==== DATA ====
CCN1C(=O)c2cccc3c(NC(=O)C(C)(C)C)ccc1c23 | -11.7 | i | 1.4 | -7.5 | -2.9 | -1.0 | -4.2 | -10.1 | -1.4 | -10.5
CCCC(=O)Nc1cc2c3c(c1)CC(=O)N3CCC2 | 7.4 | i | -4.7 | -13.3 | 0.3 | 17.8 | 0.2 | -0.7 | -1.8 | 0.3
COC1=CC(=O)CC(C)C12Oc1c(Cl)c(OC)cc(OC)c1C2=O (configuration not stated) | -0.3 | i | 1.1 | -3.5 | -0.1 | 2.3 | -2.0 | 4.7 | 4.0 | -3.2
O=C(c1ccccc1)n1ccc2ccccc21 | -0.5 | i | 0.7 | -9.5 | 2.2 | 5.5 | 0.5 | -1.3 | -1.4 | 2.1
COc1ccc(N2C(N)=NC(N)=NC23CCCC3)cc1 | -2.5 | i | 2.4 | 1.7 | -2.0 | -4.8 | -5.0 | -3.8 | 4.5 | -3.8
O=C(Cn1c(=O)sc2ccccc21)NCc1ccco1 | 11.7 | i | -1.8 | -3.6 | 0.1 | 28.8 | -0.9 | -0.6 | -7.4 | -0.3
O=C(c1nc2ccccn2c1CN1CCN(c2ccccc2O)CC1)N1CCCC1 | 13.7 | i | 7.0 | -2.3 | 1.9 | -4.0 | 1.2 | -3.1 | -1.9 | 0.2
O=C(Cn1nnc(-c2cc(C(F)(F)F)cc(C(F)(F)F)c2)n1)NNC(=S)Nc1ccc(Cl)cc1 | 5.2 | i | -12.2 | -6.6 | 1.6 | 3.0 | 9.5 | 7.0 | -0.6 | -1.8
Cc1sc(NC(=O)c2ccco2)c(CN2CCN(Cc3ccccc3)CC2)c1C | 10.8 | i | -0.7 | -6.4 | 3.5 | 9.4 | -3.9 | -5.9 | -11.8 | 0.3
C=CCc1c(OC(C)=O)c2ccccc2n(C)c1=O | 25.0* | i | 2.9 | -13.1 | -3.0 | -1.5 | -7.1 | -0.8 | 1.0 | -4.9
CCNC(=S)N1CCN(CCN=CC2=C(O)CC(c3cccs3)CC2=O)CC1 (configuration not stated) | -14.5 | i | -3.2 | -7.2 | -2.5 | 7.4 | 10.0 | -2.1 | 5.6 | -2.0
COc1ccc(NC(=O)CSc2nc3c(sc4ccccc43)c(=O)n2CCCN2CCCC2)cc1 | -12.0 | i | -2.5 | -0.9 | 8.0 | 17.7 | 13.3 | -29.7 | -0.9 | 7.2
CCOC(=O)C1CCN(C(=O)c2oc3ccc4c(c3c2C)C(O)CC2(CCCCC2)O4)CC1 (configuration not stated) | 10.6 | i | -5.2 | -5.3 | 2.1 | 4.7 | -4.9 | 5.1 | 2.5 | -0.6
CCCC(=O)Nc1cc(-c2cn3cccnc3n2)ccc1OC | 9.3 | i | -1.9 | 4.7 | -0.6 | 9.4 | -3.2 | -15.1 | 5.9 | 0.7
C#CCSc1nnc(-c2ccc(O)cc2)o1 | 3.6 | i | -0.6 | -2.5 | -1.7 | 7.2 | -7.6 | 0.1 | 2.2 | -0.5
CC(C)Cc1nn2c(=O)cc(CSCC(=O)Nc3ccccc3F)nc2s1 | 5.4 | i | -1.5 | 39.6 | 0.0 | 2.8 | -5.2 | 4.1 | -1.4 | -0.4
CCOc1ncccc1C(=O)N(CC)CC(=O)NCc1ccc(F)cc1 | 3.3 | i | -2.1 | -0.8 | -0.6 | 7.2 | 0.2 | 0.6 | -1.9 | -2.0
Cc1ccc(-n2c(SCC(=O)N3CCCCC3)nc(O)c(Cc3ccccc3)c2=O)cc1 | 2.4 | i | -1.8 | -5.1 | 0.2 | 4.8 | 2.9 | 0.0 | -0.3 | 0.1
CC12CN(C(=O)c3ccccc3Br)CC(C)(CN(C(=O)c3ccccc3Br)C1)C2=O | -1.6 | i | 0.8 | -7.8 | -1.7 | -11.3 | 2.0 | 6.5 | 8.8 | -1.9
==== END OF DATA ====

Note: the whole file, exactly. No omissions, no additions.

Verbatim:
CCN1C(=O)c2cccc3c(NC(=O)C(C)(C)C)ccc1c23 | -11.7 | i | 1.4 | -7.5 | -2.9 | -1.0 | -4.2 | -10.1 | -1.4 | -10.5
CCCC(=O)Nc1cc2c3c(c1)CC(=O)N3CCC2 | 7.4 | i | -4.7 | -13.3 | 0.3 | 17.8 | 0.2 | -0.7 | -1.8 | 0.3
COC1=CC(=O)CC(C)C12Oc1c(Cl)c(OC)cc(OC)c1C2=O (configuration not stated) | -0.3 | i | 1.1 | -3.5 | -0.1 | 2.3 | -2.0 | 4.7 | 4.0 | -3.2
O=C(c1ccccc1)n1ccc2ccccc21 | -0.5 | i | 0.7 | -9.5 | 2.2 | 5.5 | 0.5 | -1.3 | -1.4 | 2.1
COc1ccc(N2C(N)=NC(N)=NC23CCCC3)cc1 | -2.5 | i | 2.4 | 1.7 | -2.0 | -4.8 | -5.0 | -3.8 | 4.5 | -3.8
O=C(Cn1c(=O)sc2ccccc21)NCc1ccco1 | 11.7 | i | -1.8 | -3.6 | 0.1 | 28.8 | -0.9 | -0.6 | -7.4 | -0.3
O=C(c1nc2ccccn2c1CN1CCN(c2ccccc2O)CC1)N1CCCC1 | 13.7 | i | 7.0 | -2.3 | 1.9 | -4.0 | 1.2 | -3.1 | -1.9 | 0.2
O=C(Cn1nnc(-c2cc(C(F)(F)F)cc(C(F)(F)F)c2)n1)NNC(=S)Nc1ccc(Cl)cc1 | 5.2 | i | -12.2 | -6.6 | 1.6 | 3.0 | 9.5 | 7.0 | -0.6 | -1.8
Cc1sc(NC(=O)c2ccco2)c(CN2CCN(Cc3ccccc3)CC2)c1C | 10.8 | i | -0.7 | -6.4 | 3.5 | 9.4 | -3.9 | -5.9 | -11.8 | 0.3
C=CCc1c(OC(C)=O)c2ccccc2n(C)c1=O | 25.0* | i | 2.9 | -13.1 | -3.0 | -1.5 | -7.1 | -0.8 | 1.0 | -4.9
CCNC(=S)N1CCN(CCN=CC2=C(O)CC(c3cccs3)CC2=O)CC1 (configuration not stated) | -14.5 | i | -3.2 | -7.2 | -2.5 | 7.4 | 10.0 | -2.1 | 5.6 | -2.0
COc1ccc(NC(=O)CSc2nc3c(sc4ccccc43)c(=O)n2CCCN2CCCC2)cc1 | -12.0 | i | -2.5 | -0.9 | 8.0 | 17.7 | 13.3 | -29.7 | -0.9 | 7.2
CCOC(=O)C1CCN(C(=O)c2oc3ccc4c(c3c2C)C(O)CC2(CCCCC2)O4)CC1 (configuration not stated) | 10.6 | i | -5.2 | -5.3 | 2.1 | 4.7 | -4.9 | 5.1 | 2.5 | -0.6
CCCC(=O)Nc1cc(-c2cn3cccnc3n2)ccc1OC | 9.3 | i | -1.9 | 4.7 | -0.6 | 9.4 | -3.2 | -15.1 | 5.9 | 0.7
C#CCSc1nnc(-c2ccc(O)cc2)o1 | 3.6 | i | -0.6 | -2.5 | -1.7 | 7.2 | -7.6 | 0.1 | 2.2 | -0.5
CC(C)Cc1nn2c(=O)cc(CSCC(=O)Nc3ccccc3F)nc2s1 | 5.4 | i | -1.5 | 39.6 | 0.0 | 2.8 | -5.2 | 4.1 | -1.4 | -0.4
CCOc1ncccc1C(=O)N(CC)CC(=O)NCc1ccc(F)cc1 | 3.3 | i | -2.1 | -0.8 | -0.6 | 7.2 | 0.2 | 0.6 | -1.9 | -2.0
Cc1ccc(-n2c(SCC(=O)N3CCCCC3)nc(O)c(Cc3ccccc3)c2=O)cc1 | 2.4 | i | -1.8 | -5.1 | 0.2 | 4.8 | 2.9 | 0.0 | -0.3 | 0.1
CC12CN(C(=O)c3ccccc3Br)CC(C)(CN(C(=O)c3ccccc3Br)C1)C2=O | -1.6 | i | 0.8 | -7.8 | -1.7 | -11.3 | 2.0 | 6.5 | 8.8 | -1.9